Welcome back to Thrillable Hours, my interview series about alternative careers for lawyers.
What started as an attempt to show people that lawyers can actually have fun has turned into a great way to showcase some very talented and creative people, both inside the practice of law and outside of its borders. Thank you to the many readers who have sent me candidates via email, and to the lawyers (both current and former) who have offered up their time here to explain their choices in life.
My next Thrillable Hours interviewee is Katie Rock, who worked in BigLaw for a few years and left to pursue a passion in gender-based advocacy and sports in developing countries. Her new endeavour, Activyst, is explained below – along with her trajectory and lessons learned. Also, I love that her Q&A has footnotes. Yay footnotes! Always thrilled to see the science and studies behind new endeavours, as well as the inspiration.
Hope you enjoy,
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What made you decide to leave the practice of law and focus on advocacy, sports and health? Was there a particular moment that catalyzed the decision for you?
I’ve always been interested in international development and Latin America; I majored in international relations and Spanish in college, focused on human rights in law school, and did my best to find work related to Latin America at the firm. There were a few years during which I knew where my general interests lay, but was sort of circling around the target, not sure what exactly to do with those interests.
Then I had two experiences that stuck with me and made me want to focus on empowering women in developing countries. The first one was during a trip to Nicaragua right after taking the bar exam. I was spending lots of time running on the beach, hiking, and learning to surf. After coming in from the water one afternoon, three local girls approached me and asked (very inquisitively) what I was doing. They told me that they’d never played sports (or even learned to swim!), that sports were for boys, and that there were no opportunities for girls to do those sorts of activities. My childhood was an awesome whirlwind of sports, activity and being outdoors, so this blew me away.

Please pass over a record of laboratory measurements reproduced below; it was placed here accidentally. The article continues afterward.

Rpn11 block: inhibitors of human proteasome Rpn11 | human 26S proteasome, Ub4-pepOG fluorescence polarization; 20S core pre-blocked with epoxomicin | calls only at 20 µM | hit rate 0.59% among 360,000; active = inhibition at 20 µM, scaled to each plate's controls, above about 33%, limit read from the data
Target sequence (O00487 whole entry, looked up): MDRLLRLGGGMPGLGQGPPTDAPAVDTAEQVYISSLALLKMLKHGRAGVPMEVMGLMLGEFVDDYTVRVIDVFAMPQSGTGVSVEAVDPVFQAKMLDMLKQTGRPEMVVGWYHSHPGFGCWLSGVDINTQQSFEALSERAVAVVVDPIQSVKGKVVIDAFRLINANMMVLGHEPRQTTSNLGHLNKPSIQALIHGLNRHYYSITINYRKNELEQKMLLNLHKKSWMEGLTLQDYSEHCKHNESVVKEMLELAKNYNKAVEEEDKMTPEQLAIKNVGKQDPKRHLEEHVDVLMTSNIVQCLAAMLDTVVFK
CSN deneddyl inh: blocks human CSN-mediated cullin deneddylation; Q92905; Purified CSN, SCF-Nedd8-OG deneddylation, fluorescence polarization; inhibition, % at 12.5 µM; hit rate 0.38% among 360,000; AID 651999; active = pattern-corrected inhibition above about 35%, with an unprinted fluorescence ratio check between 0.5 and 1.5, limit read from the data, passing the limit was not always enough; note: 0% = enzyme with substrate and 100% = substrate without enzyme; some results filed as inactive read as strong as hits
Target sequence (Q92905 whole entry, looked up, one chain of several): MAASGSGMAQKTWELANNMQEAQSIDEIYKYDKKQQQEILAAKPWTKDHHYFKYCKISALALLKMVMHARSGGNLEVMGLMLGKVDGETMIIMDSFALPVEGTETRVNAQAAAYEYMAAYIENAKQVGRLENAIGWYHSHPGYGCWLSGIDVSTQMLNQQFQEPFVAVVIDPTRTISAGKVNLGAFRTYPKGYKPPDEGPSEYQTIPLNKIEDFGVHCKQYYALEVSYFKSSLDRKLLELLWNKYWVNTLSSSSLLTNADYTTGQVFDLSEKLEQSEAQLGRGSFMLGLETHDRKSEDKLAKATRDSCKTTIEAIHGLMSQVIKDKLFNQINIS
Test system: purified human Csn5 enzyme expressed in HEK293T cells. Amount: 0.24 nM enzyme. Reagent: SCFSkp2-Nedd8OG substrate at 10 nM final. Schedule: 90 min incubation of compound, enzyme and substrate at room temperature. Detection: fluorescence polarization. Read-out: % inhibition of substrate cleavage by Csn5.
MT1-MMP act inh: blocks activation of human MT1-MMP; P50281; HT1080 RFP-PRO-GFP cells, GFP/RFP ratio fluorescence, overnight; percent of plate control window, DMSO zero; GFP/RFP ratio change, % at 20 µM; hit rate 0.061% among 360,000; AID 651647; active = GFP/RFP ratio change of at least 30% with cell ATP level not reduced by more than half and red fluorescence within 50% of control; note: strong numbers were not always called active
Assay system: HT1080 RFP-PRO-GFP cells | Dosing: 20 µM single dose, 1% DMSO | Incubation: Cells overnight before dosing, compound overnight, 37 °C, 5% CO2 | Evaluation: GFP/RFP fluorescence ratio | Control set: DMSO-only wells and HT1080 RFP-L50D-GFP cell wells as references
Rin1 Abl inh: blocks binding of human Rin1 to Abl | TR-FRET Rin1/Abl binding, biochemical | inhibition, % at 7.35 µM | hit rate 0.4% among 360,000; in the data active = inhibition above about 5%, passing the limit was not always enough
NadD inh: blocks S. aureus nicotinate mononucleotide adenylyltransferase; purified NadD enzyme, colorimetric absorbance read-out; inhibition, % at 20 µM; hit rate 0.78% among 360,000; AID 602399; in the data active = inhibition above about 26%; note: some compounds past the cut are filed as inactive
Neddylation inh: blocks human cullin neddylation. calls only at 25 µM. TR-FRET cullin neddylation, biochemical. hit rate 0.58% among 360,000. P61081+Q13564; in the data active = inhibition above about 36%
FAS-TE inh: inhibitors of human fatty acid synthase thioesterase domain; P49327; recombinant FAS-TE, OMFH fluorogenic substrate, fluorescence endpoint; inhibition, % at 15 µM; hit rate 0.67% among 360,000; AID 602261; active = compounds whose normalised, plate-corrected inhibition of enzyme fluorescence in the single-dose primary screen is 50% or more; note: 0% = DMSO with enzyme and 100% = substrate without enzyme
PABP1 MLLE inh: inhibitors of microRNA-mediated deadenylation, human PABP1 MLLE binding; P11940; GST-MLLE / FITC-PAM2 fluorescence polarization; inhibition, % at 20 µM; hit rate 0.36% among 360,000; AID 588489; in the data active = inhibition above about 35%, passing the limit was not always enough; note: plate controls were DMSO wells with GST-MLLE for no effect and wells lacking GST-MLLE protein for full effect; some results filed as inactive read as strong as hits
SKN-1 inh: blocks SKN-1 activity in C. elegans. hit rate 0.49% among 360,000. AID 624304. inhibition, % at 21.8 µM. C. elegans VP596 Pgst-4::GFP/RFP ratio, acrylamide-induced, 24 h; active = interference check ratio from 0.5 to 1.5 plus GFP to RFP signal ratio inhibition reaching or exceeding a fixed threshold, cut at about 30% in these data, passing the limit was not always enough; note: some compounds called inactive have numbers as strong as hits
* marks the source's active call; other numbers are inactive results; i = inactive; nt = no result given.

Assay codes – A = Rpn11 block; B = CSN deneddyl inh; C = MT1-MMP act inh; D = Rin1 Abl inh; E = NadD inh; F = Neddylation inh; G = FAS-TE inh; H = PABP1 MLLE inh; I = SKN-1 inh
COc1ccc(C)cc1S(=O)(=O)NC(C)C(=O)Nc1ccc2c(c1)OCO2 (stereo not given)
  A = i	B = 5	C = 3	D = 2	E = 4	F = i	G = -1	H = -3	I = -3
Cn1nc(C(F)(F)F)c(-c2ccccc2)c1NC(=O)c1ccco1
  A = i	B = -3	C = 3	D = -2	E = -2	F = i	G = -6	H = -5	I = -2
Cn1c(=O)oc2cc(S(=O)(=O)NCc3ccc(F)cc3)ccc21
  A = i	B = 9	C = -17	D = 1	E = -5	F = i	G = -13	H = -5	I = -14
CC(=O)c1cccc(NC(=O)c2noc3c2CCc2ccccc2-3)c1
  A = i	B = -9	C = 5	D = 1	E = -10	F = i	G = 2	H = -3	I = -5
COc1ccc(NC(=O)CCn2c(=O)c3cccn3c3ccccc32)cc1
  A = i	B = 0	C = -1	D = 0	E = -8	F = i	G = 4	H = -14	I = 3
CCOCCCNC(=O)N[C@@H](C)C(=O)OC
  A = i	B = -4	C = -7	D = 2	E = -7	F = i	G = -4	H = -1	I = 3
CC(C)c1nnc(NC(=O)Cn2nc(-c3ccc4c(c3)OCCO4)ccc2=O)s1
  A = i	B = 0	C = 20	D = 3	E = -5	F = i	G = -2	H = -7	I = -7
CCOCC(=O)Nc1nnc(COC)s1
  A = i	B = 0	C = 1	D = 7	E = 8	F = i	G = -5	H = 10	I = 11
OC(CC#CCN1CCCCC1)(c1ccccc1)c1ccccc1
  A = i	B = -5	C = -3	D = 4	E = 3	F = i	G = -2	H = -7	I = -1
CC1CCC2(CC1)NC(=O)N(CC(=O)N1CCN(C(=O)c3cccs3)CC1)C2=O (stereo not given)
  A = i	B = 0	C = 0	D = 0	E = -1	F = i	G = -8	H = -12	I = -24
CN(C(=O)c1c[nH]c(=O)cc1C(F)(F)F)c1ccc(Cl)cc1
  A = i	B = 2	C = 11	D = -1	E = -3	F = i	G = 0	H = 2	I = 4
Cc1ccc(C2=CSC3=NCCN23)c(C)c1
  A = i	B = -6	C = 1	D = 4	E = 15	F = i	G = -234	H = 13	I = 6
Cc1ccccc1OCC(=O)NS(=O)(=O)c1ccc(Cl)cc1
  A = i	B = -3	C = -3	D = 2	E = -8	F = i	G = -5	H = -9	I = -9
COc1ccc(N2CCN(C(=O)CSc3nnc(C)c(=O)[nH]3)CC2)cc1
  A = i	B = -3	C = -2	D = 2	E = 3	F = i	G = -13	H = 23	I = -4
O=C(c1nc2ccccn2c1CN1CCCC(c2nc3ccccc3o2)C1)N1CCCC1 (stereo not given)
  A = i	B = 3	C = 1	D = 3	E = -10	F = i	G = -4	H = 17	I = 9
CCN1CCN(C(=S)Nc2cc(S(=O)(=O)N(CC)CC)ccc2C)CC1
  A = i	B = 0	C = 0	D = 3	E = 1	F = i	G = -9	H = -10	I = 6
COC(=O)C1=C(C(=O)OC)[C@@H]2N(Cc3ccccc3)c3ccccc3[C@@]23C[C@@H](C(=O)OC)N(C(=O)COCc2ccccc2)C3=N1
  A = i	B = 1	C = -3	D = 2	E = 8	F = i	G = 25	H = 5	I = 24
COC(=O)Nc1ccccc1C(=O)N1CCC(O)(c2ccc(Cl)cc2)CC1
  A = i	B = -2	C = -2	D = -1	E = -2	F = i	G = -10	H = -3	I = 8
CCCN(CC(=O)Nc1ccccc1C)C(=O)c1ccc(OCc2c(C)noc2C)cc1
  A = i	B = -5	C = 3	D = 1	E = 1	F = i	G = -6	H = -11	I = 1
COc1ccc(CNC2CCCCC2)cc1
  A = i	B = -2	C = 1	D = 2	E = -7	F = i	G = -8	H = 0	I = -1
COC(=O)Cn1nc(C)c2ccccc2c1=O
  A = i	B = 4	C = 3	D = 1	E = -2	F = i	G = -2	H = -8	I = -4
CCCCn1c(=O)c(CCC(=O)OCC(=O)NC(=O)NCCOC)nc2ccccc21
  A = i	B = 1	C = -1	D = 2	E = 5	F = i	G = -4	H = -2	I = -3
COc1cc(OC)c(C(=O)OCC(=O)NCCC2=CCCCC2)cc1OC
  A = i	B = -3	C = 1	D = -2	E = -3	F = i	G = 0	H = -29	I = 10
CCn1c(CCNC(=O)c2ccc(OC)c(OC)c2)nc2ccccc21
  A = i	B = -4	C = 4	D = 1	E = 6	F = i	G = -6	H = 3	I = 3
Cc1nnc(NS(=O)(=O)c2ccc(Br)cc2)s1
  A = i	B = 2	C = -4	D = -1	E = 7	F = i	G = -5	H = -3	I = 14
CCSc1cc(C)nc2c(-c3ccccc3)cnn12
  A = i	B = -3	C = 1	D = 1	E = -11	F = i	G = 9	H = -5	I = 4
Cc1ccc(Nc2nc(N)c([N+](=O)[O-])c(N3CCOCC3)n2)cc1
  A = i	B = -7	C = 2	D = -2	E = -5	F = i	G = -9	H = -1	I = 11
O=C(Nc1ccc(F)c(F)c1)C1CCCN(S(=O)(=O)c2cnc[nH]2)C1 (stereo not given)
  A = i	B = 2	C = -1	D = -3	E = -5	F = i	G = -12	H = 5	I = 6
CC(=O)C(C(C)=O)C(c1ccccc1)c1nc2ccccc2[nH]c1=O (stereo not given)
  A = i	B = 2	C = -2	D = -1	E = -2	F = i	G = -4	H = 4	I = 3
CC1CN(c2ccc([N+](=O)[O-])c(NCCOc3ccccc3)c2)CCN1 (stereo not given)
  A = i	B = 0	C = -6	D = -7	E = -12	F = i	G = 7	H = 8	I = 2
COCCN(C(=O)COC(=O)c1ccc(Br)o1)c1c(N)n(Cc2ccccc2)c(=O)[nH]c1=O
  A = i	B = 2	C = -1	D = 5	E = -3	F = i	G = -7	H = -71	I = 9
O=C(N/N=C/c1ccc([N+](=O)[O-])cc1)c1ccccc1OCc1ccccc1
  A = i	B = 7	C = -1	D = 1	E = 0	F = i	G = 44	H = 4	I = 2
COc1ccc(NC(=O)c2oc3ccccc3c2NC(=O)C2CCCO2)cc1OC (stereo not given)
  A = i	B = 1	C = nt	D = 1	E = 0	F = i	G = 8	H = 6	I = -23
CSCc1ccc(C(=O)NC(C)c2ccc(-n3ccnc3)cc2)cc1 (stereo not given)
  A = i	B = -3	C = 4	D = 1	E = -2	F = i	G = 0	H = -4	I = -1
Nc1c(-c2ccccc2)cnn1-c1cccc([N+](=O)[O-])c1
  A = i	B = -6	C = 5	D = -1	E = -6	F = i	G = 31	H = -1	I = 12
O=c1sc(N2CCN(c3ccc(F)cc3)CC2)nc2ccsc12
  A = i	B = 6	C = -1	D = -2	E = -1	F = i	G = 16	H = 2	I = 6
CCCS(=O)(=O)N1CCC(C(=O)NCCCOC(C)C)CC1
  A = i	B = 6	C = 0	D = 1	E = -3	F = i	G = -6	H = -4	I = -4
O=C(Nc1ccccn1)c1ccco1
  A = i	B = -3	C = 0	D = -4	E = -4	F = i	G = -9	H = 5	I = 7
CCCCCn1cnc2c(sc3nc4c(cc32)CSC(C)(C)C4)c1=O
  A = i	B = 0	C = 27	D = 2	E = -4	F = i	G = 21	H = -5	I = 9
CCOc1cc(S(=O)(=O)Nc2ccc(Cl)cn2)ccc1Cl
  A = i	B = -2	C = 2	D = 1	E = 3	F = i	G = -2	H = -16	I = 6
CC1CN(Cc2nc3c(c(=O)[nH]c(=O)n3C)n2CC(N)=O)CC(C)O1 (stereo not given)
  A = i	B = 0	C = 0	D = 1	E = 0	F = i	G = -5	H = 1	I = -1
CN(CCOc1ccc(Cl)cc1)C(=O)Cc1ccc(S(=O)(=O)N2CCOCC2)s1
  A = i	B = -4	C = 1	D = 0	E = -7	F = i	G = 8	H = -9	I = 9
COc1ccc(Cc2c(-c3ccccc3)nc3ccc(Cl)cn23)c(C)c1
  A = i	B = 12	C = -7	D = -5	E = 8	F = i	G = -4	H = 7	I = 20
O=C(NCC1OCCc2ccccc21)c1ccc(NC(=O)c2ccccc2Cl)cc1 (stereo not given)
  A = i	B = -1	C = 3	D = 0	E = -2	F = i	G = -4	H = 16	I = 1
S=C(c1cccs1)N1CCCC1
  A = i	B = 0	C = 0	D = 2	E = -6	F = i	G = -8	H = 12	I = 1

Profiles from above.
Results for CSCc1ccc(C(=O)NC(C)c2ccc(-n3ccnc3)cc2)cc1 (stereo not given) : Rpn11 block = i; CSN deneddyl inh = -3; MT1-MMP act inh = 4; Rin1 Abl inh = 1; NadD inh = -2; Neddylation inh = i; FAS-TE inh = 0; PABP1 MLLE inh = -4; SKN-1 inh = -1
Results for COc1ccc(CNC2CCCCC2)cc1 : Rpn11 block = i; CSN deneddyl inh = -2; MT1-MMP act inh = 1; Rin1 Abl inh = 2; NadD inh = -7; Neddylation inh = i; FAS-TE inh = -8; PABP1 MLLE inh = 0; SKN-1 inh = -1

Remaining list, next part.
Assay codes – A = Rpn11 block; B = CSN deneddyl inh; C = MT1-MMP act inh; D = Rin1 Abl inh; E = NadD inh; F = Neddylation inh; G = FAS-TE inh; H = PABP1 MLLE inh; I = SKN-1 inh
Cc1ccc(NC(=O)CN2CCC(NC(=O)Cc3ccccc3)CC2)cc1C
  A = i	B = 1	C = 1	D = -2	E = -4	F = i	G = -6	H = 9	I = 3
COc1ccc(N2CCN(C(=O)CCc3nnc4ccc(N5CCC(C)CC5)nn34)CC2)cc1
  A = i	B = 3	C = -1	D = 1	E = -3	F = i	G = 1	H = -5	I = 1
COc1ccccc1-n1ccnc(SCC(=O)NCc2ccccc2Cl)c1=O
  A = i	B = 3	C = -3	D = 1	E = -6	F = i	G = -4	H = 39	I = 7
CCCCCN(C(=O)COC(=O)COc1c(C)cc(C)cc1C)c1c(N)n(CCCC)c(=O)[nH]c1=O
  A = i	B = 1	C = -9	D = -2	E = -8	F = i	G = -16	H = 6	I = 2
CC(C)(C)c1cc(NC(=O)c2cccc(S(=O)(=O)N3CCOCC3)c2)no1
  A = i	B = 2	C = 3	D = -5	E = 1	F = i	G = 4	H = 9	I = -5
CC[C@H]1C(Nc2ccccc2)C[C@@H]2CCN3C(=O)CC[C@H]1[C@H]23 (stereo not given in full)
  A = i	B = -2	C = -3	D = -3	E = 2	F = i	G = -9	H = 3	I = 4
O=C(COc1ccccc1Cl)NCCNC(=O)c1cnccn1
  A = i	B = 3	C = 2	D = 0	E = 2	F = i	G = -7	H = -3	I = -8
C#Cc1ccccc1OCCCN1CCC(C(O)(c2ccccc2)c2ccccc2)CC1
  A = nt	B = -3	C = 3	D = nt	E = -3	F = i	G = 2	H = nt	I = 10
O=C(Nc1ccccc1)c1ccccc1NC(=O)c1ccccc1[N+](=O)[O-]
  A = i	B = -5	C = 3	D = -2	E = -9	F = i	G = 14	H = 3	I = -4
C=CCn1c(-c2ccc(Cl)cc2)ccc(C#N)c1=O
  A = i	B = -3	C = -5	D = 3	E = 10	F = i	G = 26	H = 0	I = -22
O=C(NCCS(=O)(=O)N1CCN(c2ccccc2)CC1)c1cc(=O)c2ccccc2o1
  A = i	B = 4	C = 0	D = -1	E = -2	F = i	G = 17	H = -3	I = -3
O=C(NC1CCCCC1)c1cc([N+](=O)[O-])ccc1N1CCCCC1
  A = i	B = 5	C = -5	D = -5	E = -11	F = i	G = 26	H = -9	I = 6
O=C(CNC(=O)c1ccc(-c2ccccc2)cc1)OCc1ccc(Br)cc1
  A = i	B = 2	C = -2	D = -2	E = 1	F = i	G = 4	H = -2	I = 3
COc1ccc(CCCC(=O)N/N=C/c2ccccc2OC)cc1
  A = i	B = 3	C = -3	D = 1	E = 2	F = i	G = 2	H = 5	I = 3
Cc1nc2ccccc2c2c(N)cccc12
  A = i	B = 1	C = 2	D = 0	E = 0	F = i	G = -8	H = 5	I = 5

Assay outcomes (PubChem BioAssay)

I began noticing in other travels how rarely I saw girls being active in developing countries. From my studies, I also knew how poor conditions are for girls in Nicaragua and other developing countries. This experience put a bug in my ear – “what if sports could change all that?” I later found studies demonstrating that sports have huge benefits for girls, and benefits which are critical to international development. For example, a girl who plays sports is: less likely to get pregnant; less likely to develop certain cancers and other chronic disease; better educated; and happier. Thinking about the ripple effect these benefits could have for communities got me really excited.
The next experience was doing pro bono representation through my firm of a Guatemalan girl in her immigration proceedings. In representing her, I had to investigate her life in Guatemala before she came to the U.S. Hearing her experience took me back to the girls in Nicaragua, and drove home just how different my childhood was from that of most girls in the world. I saw sports as a simple yet powerful vehicle to help girls have healthier and happier childhoods.
What do you find most fulfilling about your current job as founder of Activyst, your current project?